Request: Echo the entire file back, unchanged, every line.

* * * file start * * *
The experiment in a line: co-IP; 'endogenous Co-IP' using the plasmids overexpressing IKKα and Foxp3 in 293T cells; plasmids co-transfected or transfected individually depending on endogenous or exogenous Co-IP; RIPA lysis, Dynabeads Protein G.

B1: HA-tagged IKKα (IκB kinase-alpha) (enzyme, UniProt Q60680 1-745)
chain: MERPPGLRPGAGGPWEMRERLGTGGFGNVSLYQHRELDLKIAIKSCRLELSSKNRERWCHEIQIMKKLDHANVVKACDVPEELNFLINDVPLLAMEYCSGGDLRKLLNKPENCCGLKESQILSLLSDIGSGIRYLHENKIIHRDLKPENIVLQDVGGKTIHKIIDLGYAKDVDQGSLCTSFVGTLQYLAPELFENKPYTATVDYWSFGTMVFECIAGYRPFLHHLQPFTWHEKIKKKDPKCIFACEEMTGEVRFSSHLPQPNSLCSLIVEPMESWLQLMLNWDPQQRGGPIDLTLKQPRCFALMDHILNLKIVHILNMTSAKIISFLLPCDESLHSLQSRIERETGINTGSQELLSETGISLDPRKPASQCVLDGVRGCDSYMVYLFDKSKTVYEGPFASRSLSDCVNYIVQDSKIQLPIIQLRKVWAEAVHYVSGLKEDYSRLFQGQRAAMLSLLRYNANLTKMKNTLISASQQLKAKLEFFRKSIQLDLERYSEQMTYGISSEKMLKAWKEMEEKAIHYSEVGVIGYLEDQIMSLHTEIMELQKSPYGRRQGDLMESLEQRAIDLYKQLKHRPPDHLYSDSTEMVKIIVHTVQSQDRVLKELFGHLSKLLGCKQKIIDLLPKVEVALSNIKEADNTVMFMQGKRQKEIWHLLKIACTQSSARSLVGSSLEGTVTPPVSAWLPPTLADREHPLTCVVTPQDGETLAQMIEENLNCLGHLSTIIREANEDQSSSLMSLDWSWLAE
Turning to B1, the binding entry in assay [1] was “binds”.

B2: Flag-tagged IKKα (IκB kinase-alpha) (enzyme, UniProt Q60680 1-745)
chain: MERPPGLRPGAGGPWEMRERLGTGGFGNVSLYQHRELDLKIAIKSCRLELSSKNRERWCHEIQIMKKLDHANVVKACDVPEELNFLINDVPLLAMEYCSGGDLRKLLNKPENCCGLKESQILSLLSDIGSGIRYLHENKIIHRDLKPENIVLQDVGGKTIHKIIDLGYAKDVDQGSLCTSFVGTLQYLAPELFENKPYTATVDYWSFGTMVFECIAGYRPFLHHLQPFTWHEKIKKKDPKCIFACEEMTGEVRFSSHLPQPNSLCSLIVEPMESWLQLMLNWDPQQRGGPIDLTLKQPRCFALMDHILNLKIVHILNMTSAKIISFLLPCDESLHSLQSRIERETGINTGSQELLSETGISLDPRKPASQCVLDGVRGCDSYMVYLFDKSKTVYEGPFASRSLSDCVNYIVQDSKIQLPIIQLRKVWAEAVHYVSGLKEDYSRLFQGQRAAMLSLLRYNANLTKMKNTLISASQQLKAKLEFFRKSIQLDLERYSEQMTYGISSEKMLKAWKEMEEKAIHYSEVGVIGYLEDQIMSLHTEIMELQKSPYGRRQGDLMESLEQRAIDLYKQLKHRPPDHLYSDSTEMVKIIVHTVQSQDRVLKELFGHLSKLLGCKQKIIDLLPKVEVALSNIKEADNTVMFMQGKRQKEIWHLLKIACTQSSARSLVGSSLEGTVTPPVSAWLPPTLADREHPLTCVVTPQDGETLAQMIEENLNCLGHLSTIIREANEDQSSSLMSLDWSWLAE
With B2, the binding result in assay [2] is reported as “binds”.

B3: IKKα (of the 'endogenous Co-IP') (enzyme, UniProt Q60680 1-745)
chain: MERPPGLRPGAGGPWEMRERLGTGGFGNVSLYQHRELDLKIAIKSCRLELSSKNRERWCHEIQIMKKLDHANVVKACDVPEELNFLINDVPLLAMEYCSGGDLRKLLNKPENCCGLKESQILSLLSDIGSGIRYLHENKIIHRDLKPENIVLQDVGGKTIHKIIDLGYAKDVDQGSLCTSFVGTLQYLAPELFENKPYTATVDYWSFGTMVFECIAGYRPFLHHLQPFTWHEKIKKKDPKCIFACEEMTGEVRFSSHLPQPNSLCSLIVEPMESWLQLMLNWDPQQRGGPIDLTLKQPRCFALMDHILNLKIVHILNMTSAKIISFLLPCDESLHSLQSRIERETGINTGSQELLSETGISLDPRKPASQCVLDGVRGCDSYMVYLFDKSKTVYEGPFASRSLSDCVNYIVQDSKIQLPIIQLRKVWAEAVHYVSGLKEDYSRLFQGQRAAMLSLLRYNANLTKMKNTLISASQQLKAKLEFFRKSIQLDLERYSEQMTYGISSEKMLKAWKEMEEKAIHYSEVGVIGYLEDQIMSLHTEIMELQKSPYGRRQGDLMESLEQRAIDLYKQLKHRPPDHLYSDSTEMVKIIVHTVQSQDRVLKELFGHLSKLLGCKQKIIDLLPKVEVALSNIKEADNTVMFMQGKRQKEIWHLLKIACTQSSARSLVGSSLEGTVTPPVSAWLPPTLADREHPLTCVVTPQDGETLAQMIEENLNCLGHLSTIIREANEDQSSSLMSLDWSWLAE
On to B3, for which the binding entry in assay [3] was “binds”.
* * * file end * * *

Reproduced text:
The experiment in a line: co-IP; 'endogenous Co-IP' using the plasmids overexpressing IKKα and Foxp3 in 293T cells; plasmids co-transfected or transfected individually depending on endogenous or exogenous Co-IP; RIPA lysis, Dynabeads Protein G.

B1: HA-tagged IKKα (IκB kinase-alpha) (enzyme, UniProt Q60680 1-745)
chain: MERPPGLRPGAGGPWEMRERLGTGGFGNVSLYQHRELDLKIAIKSCRLELSSKNRERWCHEIQIMKKLDHANVVKACDVPEELNFLINDVPLLAMEYCSGGDLRKLLNKPENCCGLKESQILSLLSDIGSGIRYLHENKIIHRDLKPENIVLQDVGGKTIHKIIDLGYAKDVDQGSLCTSFVGTLQYLAPELFENKPYTATVDYWSFGTMVFECIAGYRPFLHHLQPFTWHEKIKKKDPKCIFACEEMTGEVRFSSHLPQPNSLCSLIVEPMESWLQLMLNWDPQQRGGPIDLTLKQPRCFALMDHILNLKIVHILNMTSAKIISFLLPCDESLHSLQSRIERETGINTGSQELLSETGISLDPRKPASQCVLDGVRGCDSYMVYLFDKSKTVYEGPFASRSLSDCVNYIVQDSKIQLPIIQLRKVWAEAVHYVSGLKEDYSRLFQGQRAAMLSLLRYNANLTKMKNTLISASQQLKAKLEFFRKSIQLDLERYSEQMTYGISSEKMLKAWKEMEEKAIHYSEVGVIGYLEDQIMSLHTEIMELQKSPYGRRQGDLMESLEQRAIDLYKQLKHRPPDHLYSDSTEMVKIIVHTVQSQDRVLKELFGHLSKLLGCKQKIIDLLPKVEVALSNIKEADNTVMFMQGKRQKEIWHLLKIACTQSSARSLVGSSLEGTVTPPVSAWLPPTLADREHPLTCVVTPQDGETLAQMIEENLNCLGHLSTIIREANEDQSSSLMSLDWSWLAE
Turning to B1, the binding entry in assay [1] was “binds”.

B2: Flag-tagged IKKα (IκB kinase-alpha) (enzyme, UniProt Q60680 1-745)
chain: MERPPGLRPGAGGPWEMRERLGTGGFGNVSLYQHRELDLKIAIKSCRLELSSKNRERWCHEIQIMKKLDHANVVKACDVPEELNFLINDVPLLAMEYCSGGDLRKLLNKPENCCGLKESQILSLLSDIGSGIRYLHENKIIHRDLKPENIVLQDVGGKTIHKIIDLGYAKDVDQGSLCTSFVGTLQYLAPELFENKPYTATVDYWSFGTMVFECIAGYRPFLHHLQPFTWHEKIKKKDPKCIFACEEMTGEVRFSSHLPQPNSLCSLIVEPMESWLQLMLNWDPQQRGGPIDLTLKQPRCFALMDHILNLKIVHILNMTSAKIISFLLPCDESLHSLQSRIERETGINTGSQELLSETGISLDPRKPASQCVLDGVRGCDSYMVYLFDKSKTVYEGPFASRSLSDCVNYIVQDSKIQLPIIQLRKVWAEAVHYVSGLKEDYSRLFQGQRAAMLSLLRYNANLTKMKNTLISASQQLKAKLEFFRKSIQLDLERYSEQMTYGISSEKMLKAWKEMEEKAIHYSEVGVIGYLEDQIMSLHTEIMELQKSPYGRRQGDLMESLEQRAIDLYKQLKHRPPDHLYSDSTEMVKIIVHTVQSQDRVLKELFGHLSKLLGCKQKIIDLLPKVEVALSNIKEADNTVMFMQGKRQKEIWHLLKIACTQSSARSLVGSSLEGTVTPPVSAWLPPTLADREHPLTCVVTPQDGETLAQMIEENLNCLGHLSTIIREANEDQSSSLMSLDWSWLAE
With B2, the binding result in assay [2] is reported as “binds”.

B3: IKKα (of the 'endogenous Co-IP') (enzyme, UniProt Q60680 1-745)
chain: MERPPGLRPGAGGPWEMRERLGTGGFGNVSLYQHRELDLKIAIKSCRLELSSKNRERWCHEIQIMKKLDHANVVKACDVPEELNFLINDVPLLAMEYCSGGDLRKLLNKPENCCGLKESQILSLLSDIGSGIRYLHENKIIHRDLKPENIVLQDVGGKTIHKIIDLGYAKDVDQGSLCTSFVGTLQYLAPELFENKPYTATVDYWSFGTMVFECIAGYRPFLHHLQPFTWHEKIKKKDPKCIFACEEMTGEVRFSSHLPQPNSLCSLIVEPMESWLQLMLNWDPQQRGGPIDLTLKQPRCFALMDHILNLKIVHILNMTSAKIISFLLPCDESLHSLQSRIERETGINTGSQELLSETGISLDPRKPASQCVLDGVRGCDSYMVYLFDKSKTVYEGPFASRSLSDCVNYIVQDSKIQLPIIQLRKVWAEAVHYVSGLKEDYSRLFQGQRAAMLSLLRYNANLTKMKNTLISASQQLKAKLEFFRKSIQLDLERYSEQMTYGISSEKMLKAWKEMEEKAIHYSEVGVIGYLEDQIMSLHTEIMELQKSPYGRRQGDLMESLEQRAIDLYKQLKHRPPDHLYSDSTEMVKIIVHTVQSQDRVLKELFGHLSKLLGCKQKIIDLLPKVEVALSNIKEADNTVMFMQGKRQKEIWHLLKIACTQSSARSLVGSSLEGTVTPPVSAWLPPTLADREHPLTCVVTPQDGETLAQMIEENLNCLGHLSTIIREANEDQSSSLMSLDWSWLAE
On to B3, for which the binding entry in assay [3] was “binds”.